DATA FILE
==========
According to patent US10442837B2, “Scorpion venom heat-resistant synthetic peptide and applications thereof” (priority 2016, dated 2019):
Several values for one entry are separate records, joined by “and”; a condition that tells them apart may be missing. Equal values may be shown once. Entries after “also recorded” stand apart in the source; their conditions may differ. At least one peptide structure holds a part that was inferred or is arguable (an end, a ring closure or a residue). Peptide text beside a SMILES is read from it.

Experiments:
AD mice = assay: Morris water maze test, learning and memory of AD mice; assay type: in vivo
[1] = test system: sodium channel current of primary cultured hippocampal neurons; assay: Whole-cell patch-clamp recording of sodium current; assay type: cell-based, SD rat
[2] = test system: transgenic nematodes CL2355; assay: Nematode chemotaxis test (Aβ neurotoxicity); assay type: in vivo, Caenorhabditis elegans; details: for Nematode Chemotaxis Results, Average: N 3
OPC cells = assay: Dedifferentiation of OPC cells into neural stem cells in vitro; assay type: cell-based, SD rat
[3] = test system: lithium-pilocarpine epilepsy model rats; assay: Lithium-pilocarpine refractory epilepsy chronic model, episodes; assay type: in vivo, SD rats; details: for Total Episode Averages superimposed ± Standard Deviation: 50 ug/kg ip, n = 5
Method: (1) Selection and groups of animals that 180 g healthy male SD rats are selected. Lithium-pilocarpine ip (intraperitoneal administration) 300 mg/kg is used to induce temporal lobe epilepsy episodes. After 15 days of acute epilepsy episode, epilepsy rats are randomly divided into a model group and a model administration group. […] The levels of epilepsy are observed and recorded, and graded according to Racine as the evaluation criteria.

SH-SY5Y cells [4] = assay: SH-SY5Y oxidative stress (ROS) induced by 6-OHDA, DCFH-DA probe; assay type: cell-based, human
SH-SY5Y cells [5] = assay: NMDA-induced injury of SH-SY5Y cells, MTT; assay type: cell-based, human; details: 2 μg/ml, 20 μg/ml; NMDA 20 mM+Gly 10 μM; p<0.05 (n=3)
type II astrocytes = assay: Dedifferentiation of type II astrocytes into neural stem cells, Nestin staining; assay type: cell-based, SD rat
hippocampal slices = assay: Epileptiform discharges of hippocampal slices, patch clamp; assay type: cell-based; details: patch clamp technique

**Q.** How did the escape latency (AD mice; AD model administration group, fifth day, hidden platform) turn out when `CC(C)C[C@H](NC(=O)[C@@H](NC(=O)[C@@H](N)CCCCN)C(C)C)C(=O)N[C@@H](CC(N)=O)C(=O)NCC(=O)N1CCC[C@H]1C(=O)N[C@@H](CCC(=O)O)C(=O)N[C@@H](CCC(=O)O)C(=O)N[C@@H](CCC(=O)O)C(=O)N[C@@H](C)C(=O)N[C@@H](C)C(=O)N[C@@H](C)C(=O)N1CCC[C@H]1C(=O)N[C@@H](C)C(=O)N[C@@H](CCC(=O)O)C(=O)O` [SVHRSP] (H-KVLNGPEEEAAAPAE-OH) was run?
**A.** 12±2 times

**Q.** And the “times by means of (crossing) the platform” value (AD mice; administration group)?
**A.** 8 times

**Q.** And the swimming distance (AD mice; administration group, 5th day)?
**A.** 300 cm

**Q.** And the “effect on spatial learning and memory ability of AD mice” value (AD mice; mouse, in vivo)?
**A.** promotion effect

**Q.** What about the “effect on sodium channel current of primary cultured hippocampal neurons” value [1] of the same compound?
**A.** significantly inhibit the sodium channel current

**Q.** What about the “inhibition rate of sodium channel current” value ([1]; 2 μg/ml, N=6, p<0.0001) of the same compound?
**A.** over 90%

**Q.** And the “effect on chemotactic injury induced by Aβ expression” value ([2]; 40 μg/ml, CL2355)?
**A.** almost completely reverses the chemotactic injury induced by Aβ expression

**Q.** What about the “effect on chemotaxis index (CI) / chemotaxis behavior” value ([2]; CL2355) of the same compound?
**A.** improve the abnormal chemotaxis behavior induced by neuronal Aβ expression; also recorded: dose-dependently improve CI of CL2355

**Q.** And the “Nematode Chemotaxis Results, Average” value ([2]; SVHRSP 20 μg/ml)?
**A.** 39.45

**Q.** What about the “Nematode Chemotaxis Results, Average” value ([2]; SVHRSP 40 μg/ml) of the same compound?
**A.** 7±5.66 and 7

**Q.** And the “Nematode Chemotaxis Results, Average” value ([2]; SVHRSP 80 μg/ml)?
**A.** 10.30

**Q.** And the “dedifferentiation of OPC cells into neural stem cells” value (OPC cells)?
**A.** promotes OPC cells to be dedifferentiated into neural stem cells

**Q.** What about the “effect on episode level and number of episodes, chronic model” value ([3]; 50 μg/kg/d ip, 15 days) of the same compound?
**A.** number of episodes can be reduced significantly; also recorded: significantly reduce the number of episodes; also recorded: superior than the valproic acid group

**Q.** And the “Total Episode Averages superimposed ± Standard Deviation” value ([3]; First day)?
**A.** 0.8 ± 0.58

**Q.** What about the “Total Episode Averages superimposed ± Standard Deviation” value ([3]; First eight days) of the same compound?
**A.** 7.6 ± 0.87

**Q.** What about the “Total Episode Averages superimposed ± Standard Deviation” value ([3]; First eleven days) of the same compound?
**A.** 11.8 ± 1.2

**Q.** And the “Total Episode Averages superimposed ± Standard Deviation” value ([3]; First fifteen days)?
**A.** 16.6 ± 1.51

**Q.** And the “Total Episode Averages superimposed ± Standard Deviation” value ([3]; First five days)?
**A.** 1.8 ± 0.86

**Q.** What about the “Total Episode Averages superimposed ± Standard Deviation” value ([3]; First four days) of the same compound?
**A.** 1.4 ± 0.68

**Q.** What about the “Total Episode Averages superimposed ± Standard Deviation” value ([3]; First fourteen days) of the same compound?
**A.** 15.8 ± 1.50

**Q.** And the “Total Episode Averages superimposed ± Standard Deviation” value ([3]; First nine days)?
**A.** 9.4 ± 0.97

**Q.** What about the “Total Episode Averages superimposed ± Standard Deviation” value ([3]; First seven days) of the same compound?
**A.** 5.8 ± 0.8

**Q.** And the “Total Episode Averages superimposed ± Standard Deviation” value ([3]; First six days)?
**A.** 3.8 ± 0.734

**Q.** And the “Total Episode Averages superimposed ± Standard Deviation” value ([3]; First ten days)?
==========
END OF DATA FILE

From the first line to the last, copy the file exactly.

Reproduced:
According to patent US10442837B2, “Scorpion venom heat-resistant synthetic peptide and applications thereof” (priority 2016, dated 2019):
Several values for one entry are separate records, joined by “and”; a condition that tells them apart may be missing. Equal values may be shown once. Entries after “also recorded” stand apart in the source; their conditions may differ. At least one peptide structure holds a part that was inferred or is arguable (an end, a ring closure or a residue). Peptide text beside a SMILES is read from it.

Experiments:
AD mice = assay: Morris water maze test, learning and memory of AD mice; assay type: in vivo
[1] = test system: sodium channel current of primary cultured hippocampal neurons; assay: Whole-cell patch-clamp recording of sodium current; assay type: cell-based, SD rat
[2] = test system: transgenic nematodes CL2355; assay: Nematode chemotaxis test (Aβ neurotoxicity); assay type: in vivo, Caenorhabditis elegans; details: for Nematode Chemotaxis Results, Average: N 3
OPC cells = assay: Dedifferentiation of OPC cells into neural stem cells in vitro; assay type: cell-based, SD rat
[3] = test system: lithium-pilocarpine epilepsy model rats; assay: Lithium-pilocarpine refractory epilepsy chronic model, episodes; assay type: in vivo, SD rats; details: for Total Episode Averages superimposed ± Standard Deviation: 50 ug/kg ip, n = 5
Method: (1) Selection and groups of animals that 180 g healthy male SD rats are selected. Lithium-pilocarpine ip (intraperitoneal administration) 300 mg/kg is used to induce temporal lobe epilepsy episodes. After 15 days of acute epilepsy episode, epilepsy rats are randomly divided into a model group and a model administration group. […] The levels of epilepsy are observed and recorded, and graded according to Racine as the evaluation criteria.

SH-SY5Y cells [4] = assay: SH-SY5Y oxidative stress (ROS) induced by 6-OHDA, DCFH-DA probe; assay type: cell-based, human
SH-SY5Y cells [5] = assay: NMDA-induced injury of SH-SY5Y cells, MTT; assay type: cell-based, human; details: 2 μg/ml, 20 μg/ml; NMDA 20 mM+Gly 10 μM; p<0.05 (n=3)
type II astrocytes = assay: Dedifferentiation of type II astrocytes into neural stem cells, Nestin staining; assay type: cell-based, SD rat
hippocampal slices = assay: Epileptiform discharges of hippocampal slices, patch clamp; assay type: cell-based; details: patch clamp technique

**Q.** How did the escape latency (AD mice; AD model administration group, fifth day, hidden platform) turn out when `CC(C)C[C@H](NC(=O)[C@@H](NC(=O)[C@@H](N)CCCCN)C(C)C)C(=O)N[C@@H](CC(N)=O)C(=O)NCC(=O)N1CCC[C@H]1C(=O)N[C@@H](CCC(=O)O)C(=O)N[C@@H](CCC(=O)O)C(=O)N[C@@H](CCC(=O)O)C(=O)N[C@@H](C)C(=O)N[C@@H](C)C(=O)N[C@@H](C)C(=O)N1CCC[C@H]1C(=O)N[C@@H](C)C(=O)N[C@@H](CCC(=O)O)C(=O)O` [SVHRSP] (H-KVLNGPEEEAAAPAE-OH) was run?
**A.** 12±2 times

**Q.** And the “times by means of (crossing) the platform” value (AD mice; administration group)?
**A.** 8 times

**Q.** And the swimming distance (AD mice; administration group, 5th day)?
**A.** 300 cm

**Q.** And the “effect on spatial learning and memory ability of AD mice” value (AD mice; mouse, in vivo)?
**A.** promotion effect

**Q.** What about the “effect on sodium channel current of primary cultured hippocampal neurons” value [1] of the same compound?
**A.** significantly inhibit the sodium channel current

**Q.** What about the “inhibition rate of sodium channel current” value ([1]; 2 μg/ml, N=6, p<0.0001) of the same compound?
**A.** over 90%

**Q.** And the “effect on chemotactic injury induced by Aβ expression” value ([2]; 40 μg/ml, CL2355)?
**A.** almost completely reverses the chemotactic injury induced by Aβ expression

**Q.** What about the “effect on chemotaxis index (CI) / chemotaxis behavior” value ([2]; CL2355) of the same compound?
**A.** improve the abnormal chemotaxis behavior induced by neuronal Aβ expression; also recorded: dose-dependently improve CI of CL2355

**Q.** And the “Nematode Chemotaxis Results, Average” value ([2]; SVHRSP 20 μg/ml)?
**A.** 39.45

**Q.** What about the “Nematode Chemotaxis Results, Average” value ([2]; SVHRSP 40 μg/ml) of the same compound?
**A.** 7±5.66 and 7

**Q.** And the “Nematode Chemotaxis Results, Average” value ([2]; SVHRSP 80 μg/ml)?
**A.** 10.30

**Q.** And the “dedifferentiation of OPC cells into neural stem cells” value (OPC cells)?
**A.** promotes OPC cells to be dedifferentiated into neural stem cells

**Q.** What about the “effect on episode level and number of episodes, chronic model” value ([3]; 50 μg/kg/d ip, 15 days) of the same compound?
**A.** number of episodes can be reduced significantly; also recorded: significantly reduce the number of episodes; also recorded: superior than the valproic acid group

**Q.** And the “Total Episode Averages superimposed ± Standard Deviation” value ([3]; First day)?
**A.** 0.8 ± 0.58

**Q.** What about the “Total Episode Averages superimposed ± Standard Deviation” value ([3]; First eight days) of the same compound?
**A.** 7.6 ± 0.87

**Q.** What about the “Total Episode Averages superimposed ± Standard Deviation” value ([3]; First eleven days) of the same compound?
**A.** 11.8 ± 1.2

**Q.** And the “Total Episode Averages superimposed ± Standard Deviation” value ([3]; First fifteen days)?
**A.** 16.6 ± 1.51

**Q.** And the “Total Episode Averages superimposed ± Standard Deviation” value ([3]; First five days)?
**A.** 1.8 ± 0.86

**Q.** What about the “Total Episode Averages superimposed ± Standard Deviation” value ([3]; First four days) of the same compound?
**A.** 1.4 ± 0.68

**Q.** What about the “Total Episode Averages superimposed ± Standard Deviation” value ([3]; First fourteen days) of the same compound?
**A.** 15.8 ± 1.50

**Q.** And the “Total Episode Averages superimposed ± Standard Deviation” value ([3]; First nine days)?
**A.** 9.4 ± 0.97

**Q.** What about the “Total Episode Averages superimposed ± Standard Deviation” value ([3]; First seven days) of the same compound?
**A.** 5.8 ± 0.8

**Q.** And the “Total Episode Averages superimposed ± Standard Deviation” value ([3]; First six days)?
**A.** 3.8 ± 0.734

**Q.** And the “Total Episode Averages superimposed ± Standard Deviation” value ([3]; First ten days)?